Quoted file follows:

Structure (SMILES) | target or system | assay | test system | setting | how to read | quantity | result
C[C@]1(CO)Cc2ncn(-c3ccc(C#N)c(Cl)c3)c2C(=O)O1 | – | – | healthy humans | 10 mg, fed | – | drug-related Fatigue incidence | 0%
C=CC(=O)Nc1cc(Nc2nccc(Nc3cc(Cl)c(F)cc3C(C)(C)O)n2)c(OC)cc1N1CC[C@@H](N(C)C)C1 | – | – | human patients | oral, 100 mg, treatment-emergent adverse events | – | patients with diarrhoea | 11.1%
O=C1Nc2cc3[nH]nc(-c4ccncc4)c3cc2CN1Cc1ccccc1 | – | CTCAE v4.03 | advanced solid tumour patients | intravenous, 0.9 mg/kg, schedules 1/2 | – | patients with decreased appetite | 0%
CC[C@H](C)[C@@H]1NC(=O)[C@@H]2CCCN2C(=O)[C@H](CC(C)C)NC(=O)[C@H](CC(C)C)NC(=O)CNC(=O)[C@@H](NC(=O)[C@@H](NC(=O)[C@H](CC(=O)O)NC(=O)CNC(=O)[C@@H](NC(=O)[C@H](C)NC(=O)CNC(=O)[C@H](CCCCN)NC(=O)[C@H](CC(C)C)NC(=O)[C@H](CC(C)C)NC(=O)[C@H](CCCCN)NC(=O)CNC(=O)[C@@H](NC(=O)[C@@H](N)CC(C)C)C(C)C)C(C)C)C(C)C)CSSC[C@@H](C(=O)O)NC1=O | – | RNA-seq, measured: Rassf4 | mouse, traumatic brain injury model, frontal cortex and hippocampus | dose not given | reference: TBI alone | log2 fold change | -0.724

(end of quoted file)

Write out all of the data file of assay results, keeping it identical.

Structure (SMILES) | target or system | assay | test system | setting | how to read | quantity | result
C[C@]1(CO)Cc2ncn(-c3ccc(C#N)c(Cl)c3)c2C(=O)O1 | – | – | healthy humans | 10 mg, fed | – | drug-related Fatigue incidence | 0%
C=CC(=O)Nc1cc(Nc2nccc(Nc3cc(Cl)c(F)cc3C(C)(C)O)n2)c(OC)cc1N1CC[C@@H](N(C)C)C1 | – | – | human patients | oral, 100 mg, treatment-emergent adverse events | – | patients with diarrhoea | 11.1%
O=C1Nc2cc3[nH]nc(-c4ccncc4)c3cc2CN1Cc1ccccc1 | – | CTCAE v4.03 | advanced solid tumour patients | intravenous, 0.9 mg/kg, schedules 1/2 | – | patients with decreased appetite | 0%
CC[C@H](C)[C@@H]1NC(=O)[C@@H]2CCCN2C(=O)[C@H](CC(C)C)NC(=O)[C@H](CC(C)C)NC(=O)CNC(=O)[C@@H](NC(=O)[C@@H](NC(=O)[C@H](CC(=O)O)NC(=O)CNC(=O)[C@@H](NC(=O)[C@H](C)NC(=O)CNC(=O)[C@H](CCCCN)NC(=O)[C@H](CC(C)C)NC(=O)[C@H](CC(C)C)NC(=O)[C@H](CCCCN)NC(=O)CNC(=O)[C@@H](NC(=O)[C@@H](N)CC(C)C)C(C)C)C(C)C)C(C)C)CSSC[C@@H](C(=O)O)NC1=O | – | RNA-seq, measured: Rassf4 | mouse, traumatic brain injury model, frontal cortex and hippocampus | dose not given | reference: TBI alone | log2 fold change | -0.724